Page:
Quick Tip for the Dreaded /r/!

Can I make a confession?  One of my least favorite things to work on in therapy is the dreaded /r/ sound!  It's so hard to demonstrate to students what exactly you want them to do with their articulators to make the sound, because it's just not a very "visible" sound.

I had read somewhere online that an SLP had some success in guiding placement for the /r/ sound by using a disposable dental floss pick.  I kept meaning to try it, but never remembered to bring a pack to school.  This morning, I was brushing my teeth, and remembered that I had a student on my schedule for this afternoon that has been struggling with the /r/ sound, so I grabbed our little jar of these to take with me to school today.

What you are going to do is use this to show your student exactly how far back your tongue needs to be in your mouth to make a good /r/ sound.  When looking at the "u" shape of the pick, put one "leg" of the "u" right behind your top front teeth.  The far "leg" of the "u" should push back your tongue; tell your student to try to touch the top tip of the pick with the tip of their tongue.  

Once you've got their tongue lined up, try a few /r/ sounds in different contexts, like /er/, /or/, or /ar/.  Once you find one that sounds pretty good, have the student practice it multiple times.  Then, pull the pick out, and see if they can find that tongue position without the pick, and say the target sound again.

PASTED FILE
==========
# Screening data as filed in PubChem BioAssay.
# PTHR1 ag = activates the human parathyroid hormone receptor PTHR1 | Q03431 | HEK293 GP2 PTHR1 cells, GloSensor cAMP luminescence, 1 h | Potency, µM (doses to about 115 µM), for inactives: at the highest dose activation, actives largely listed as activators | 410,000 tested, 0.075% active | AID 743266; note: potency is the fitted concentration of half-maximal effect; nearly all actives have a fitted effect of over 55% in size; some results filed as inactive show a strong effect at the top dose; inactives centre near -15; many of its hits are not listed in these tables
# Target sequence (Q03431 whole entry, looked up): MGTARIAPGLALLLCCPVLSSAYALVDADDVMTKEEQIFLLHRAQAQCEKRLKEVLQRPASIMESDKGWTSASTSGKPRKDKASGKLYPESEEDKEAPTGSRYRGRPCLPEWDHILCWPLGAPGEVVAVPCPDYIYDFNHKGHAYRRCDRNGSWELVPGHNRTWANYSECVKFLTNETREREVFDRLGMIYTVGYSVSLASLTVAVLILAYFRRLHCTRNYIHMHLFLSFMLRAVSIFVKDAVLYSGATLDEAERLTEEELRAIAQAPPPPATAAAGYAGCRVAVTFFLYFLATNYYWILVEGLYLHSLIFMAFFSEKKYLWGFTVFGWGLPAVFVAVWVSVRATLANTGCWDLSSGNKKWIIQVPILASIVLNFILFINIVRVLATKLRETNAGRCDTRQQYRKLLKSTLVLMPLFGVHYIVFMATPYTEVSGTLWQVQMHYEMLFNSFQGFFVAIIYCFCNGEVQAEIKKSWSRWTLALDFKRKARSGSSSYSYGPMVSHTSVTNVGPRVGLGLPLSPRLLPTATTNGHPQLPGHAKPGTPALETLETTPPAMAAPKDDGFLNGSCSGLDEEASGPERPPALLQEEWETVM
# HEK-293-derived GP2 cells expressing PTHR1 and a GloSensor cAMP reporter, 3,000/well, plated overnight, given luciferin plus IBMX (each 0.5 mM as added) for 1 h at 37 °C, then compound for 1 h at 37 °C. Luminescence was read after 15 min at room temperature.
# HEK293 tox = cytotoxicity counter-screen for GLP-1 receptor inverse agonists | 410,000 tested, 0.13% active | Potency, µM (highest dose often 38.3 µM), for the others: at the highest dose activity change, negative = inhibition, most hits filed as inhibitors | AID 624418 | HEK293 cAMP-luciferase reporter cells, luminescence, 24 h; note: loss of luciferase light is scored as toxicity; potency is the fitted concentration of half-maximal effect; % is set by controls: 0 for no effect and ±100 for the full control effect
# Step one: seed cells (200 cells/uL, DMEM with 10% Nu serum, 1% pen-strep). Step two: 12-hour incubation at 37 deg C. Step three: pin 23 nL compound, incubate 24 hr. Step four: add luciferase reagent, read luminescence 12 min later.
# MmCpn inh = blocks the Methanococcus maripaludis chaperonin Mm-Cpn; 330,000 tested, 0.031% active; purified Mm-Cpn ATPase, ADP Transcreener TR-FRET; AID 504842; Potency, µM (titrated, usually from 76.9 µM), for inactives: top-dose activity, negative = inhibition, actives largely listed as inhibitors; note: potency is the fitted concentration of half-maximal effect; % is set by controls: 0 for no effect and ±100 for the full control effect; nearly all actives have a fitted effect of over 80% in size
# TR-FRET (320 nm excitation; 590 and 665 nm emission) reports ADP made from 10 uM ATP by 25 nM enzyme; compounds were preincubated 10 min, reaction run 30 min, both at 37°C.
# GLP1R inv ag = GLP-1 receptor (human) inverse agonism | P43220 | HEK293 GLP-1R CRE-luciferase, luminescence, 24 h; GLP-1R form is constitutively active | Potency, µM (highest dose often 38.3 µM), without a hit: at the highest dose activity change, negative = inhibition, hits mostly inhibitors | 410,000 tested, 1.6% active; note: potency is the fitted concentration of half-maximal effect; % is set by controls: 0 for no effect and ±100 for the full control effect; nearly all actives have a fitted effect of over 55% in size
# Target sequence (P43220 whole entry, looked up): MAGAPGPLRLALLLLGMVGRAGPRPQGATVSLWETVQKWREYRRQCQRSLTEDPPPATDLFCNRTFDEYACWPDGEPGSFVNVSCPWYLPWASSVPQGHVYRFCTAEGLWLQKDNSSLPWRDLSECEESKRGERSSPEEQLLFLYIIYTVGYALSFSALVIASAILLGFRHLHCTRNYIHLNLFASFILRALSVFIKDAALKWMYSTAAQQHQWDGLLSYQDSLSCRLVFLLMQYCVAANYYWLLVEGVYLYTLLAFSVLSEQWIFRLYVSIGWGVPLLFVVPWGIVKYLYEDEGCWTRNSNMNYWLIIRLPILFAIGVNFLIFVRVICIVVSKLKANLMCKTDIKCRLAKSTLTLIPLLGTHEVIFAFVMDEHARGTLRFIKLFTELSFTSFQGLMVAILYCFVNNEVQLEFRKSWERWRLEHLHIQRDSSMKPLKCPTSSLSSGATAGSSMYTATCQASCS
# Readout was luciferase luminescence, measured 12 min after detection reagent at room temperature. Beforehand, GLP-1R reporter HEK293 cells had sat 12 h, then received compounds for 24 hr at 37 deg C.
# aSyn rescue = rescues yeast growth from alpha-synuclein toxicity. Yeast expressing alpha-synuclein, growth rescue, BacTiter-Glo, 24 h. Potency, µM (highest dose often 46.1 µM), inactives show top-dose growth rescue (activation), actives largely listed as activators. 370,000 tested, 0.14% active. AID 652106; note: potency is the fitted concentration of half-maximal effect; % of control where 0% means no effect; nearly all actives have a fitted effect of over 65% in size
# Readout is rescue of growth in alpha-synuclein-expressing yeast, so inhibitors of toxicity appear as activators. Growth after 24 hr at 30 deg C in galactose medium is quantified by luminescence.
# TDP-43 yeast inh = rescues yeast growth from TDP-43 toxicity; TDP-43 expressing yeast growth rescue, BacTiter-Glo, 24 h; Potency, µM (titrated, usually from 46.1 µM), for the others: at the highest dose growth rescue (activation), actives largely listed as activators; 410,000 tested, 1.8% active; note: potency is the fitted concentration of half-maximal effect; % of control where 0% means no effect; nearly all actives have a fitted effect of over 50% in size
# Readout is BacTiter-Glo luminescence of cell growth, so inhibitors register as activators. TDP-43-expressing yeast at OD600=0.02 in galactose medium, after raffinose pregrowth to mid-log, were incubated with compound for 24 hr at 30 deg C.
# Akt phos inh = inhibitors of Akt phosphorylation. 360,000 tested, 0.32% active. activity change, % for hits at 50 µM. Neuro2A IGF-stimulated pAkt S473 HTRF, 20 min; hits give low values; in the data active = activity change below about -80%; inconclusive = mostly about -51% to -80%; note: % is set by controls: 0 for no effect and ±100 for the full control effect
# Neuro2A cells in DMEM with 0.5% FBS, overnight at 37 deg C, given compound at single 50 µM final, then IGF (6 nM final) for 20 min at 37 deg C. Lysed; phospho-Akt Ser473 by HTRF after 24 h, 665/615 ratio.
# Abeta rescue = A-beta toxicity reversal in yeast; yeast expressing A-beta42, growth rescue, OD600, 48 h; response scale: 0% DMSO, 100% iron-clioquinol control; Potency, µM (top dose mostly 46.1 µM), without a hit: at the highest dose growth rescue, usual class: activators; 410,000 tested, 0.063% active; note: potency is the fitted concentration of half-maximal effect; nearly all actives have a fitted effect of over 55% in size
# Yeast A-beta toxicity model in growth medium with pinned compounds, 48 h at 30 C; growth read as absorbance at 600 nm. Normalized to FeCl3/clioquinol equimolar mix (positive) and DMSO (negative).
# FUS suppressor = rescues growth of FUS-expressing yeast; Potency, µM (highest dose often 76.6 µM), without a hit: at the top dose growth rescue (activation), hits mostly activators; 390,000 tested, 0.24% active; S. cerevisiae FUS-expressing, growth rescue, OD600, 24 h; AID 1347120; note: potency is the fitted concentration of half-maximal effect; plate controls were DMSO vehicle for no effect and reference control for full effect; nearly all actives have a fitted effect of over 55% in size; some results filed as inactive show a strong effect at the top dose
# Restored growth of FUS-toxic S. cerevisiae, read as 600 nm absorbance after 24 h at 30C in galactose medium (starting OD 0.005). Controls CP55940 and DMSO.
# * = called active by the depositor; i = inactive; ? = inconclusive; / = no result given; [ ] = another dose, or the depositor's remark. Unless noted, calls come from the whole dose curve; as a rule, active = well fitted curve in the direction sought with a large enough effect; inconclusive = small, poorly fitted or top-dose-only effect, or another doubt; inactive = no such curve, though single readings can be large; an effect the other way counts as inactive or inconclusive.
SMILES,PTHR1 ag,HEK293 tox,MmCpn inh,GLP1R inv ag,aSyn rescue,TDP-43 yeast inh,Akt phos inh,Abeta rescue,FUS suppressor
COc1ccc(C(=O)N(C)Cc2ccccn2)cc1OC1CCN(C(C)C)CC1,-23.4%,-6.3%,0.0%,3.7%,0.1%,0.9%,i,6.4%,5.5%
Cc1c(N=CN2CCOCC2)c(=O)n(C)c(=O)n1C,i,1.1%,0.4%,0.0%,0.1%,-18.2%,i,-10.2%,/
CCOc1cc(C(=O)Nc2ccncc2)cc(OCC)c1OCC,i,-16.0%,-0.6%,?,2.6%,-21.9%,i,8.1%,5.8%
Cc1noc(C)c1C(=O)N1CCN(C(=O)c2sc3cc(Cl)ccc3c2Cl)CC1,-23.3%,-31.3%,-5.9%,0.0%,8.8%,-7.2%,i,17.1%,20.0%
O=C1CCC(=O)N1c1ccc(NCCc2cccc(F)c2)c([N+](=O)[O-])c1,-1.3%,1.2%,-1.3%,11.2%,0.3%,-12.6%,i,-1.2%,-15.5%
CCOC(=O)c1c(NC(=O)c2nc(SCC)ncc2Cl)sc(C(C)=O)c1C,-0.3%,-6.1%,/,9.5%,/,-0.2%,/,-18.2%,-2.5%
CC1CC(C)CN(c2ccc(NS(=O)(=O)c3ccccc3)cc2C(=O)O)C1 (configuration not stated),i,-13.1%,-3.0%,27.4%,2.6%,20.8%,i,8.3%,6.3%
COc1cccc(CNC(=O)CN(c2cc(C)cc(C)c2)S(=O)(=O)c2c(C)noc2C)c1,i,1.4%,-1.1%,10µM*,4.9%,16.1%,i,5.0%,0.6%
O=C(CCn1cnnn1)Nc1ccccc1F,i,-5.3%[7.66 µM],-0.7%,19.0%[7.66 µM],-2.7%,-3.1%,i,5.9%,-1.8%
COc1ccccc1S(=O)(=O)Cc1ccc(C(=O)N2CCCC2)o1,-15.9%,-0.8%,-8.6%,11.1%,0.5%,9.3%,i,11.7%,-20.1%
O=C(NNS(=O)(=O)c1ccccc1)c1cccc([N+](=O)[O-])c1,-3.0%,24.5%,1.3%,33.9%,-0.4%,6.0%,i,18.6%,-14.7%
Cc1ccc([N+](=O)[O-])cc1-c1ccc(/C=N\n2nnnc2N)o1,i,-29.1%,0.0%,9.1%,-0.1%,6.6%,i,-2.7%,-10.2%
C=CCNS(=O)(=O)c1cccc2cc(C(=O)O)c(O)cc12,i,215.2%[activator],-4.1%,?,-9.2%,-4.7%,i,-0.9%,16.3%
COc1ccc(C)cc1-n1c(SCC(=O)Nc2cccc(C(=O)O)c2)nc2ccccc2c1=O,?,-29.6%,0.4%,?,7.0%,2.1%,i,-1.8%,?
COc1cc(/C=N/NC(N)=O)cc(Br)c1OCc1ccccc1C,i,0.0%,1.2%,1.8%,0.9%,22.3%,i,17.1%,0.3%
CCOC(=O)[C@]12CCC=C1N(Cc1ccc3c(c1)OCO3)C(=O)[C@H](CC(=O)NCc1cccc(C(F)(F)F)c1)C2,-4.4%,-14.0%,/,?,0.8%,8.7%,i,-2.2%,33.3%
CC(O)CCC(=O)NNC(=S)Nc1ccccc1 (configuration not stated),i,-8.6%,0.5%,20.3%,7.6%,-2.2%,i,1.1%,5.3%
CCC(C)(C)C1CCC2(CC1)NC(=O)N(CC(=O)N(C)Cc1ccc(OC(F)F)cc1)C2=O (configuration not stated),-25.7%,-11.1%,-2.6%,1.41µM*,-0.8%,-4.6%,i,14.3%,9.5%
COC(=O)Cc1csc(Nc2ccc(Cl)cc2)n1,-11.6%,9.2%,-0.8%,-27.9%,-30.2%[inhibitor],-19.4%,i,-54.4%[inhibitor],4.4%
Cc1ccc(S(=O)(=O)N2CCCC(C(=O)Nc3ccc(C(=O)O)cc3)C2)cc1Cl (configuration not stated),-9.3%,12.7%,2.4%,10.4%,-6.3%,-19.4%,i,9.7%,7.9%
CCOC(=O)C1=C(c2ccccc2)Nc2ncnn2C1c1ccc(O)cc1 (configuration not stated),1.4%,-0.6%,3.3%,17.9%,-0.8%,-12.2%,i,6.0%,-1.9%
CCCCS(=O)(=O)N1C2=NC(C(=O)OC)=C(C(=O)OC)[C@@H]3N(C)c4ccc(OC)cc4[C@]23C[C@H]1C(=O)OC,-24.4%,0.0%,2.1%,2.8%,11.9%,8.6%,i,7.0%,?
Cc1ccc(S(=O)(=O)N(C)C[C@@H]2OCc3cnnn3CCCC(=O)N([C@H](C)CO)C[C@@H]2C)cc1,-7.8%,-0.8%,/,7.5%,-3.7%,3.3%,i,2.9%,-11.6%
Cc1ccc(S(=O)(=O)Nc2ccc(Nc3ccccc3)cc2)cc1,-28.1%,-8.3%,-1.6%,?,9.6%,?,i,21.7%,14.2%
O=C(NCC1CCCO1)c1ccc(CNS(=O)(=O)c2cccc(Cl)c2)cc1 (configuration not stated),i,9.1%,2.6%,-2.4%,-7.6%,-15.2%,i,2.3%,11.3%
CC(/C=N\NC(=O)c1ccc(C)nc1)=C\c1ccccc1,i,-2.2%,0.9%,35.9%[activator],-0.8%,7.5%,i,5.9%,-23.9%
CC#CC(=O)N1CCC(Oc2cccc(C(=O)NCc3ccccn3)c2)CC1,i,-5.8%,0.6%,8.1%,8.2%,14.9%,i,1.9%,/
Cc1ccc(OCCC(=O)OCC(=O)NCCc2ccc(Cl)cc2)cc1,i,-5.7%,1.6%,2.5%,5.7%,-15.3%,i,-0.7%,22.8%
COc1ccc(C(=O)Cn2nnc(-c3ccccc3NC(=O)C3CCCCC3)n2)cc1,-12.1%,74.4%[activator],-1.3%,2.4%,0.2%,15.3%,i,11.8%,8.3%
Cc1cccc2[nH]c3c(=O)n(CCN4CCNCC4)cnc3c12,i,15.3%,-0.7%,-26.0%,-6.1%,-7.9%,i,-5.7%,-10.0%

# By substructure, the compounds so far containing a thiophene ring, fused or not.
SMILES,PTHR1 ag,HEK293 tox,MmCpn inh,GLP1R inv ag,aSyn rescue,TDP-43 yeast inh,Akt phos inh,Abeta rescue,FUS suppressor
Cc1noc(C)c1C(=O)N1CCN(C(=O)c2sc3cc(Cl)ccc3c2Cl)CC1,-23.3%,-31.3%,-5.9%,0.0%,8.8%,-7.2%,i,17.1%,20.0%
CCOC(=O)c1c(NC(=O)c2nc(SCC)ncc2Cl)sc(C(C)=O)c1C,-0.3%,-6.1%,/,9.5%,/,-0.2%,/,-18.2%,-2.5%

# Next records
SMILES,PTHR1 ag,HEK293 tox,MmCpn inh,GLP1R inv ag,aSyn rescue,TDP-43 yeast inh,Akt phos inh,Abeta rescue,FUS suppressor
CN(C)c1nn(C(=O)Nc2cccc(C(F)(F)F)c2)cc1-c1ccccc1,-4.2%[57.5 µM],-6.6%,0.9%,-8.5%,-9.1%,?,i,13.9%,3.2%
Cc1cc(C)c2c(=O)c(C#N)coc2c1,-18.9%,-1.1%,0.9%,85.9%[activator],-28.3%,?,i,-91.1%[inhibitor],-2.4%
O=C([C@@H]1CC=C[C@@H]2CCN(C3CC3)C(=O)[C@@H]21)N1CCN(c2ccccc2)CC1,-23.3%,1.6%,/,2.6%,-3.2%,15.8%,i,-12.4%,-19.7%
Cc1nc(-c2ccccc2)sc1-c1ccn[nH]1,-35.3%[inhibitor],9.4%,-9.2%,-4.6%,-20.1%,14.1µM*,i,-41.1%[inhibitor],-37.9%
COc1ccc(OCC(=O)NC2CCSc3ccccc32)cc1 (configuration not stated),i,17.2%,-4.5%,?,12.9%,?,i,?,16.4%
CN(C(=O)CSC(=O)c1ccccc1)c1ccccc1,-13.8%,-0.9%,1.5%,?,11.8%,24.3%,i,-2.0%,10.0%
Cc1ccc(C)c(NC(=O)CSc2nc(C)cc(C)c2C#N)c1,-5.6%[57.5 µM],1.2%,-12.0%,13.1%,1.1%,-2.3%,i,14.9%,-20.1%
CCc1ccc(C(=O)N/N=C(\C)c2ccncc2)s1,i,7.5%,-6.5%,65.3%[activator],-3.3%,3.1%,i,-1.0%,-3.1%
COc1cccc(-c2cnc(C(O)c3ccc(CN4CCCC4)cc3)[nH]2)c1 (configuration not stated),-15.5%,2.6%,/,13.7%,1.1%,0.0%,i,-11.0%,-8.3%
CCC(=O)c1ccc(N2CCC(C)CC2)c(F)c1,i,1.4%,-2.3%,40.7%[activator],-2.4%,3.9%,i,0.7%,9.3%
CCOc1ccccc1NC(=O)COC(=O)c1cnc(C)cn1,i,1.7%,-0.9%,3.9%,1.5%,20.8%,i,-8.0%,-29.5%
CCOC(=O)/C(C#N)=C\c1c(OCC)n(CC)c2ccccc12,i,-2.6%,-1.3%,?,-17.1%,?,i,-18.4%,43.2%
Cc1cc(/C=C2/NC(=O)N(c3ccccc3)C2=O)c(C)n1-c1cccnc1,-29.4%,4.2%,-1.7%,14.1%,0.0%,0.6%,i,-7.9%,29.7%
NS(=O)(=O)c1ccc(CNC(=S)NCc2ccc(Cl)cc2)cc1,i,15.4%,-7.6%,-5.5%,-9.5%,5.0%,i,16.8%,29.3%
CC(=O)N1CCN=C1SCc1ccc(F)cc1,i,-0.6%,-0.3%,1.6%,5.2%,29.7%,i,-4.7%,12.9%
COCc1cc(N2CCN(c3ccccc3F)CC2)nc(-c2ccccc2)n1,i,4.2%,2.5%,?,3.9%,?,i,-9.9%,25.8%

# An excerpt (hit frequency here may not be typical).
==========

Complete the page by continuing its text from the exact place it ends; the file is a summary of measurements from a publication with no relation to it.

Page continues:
I found that with my student, using the pick really made him more aware of where his tongue is supposed to go for the /r/ sound, and he was able to pull it out and make a stronger /r/ than I have heard from him before!  It's definitely not a magic wand, but it certainly helps!  And when it comes to the dreaded /r/, I'll take all the help I can get.

Note:  As you can see, all I had were the mint version, but if you can find an unflavored version, get those instead!  You'll quickly get tired of the mint flavor.  :)

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  1. Is this for the retroflexed /r/ then?

    1. Yes, this would be for the retroflexed /r/.

  2. I use these for /r/ as well. Sometimes I just place them from the side to help prop the molars apart and make the tongue work to get into place.

  3. Pure genius. I have been using the ka-la method Old School Speech described and have had GREAT success with that!

  4. What a terrific idea I am sharing with my students.

  5. Great post! I ran right out and bought some to try this weekend!

  6. I have used a tongue depressor before, but this is much better b/c it is less intrusive and provides more visual access. Love it - I'll make the switch. (You have such pretty teeth!)


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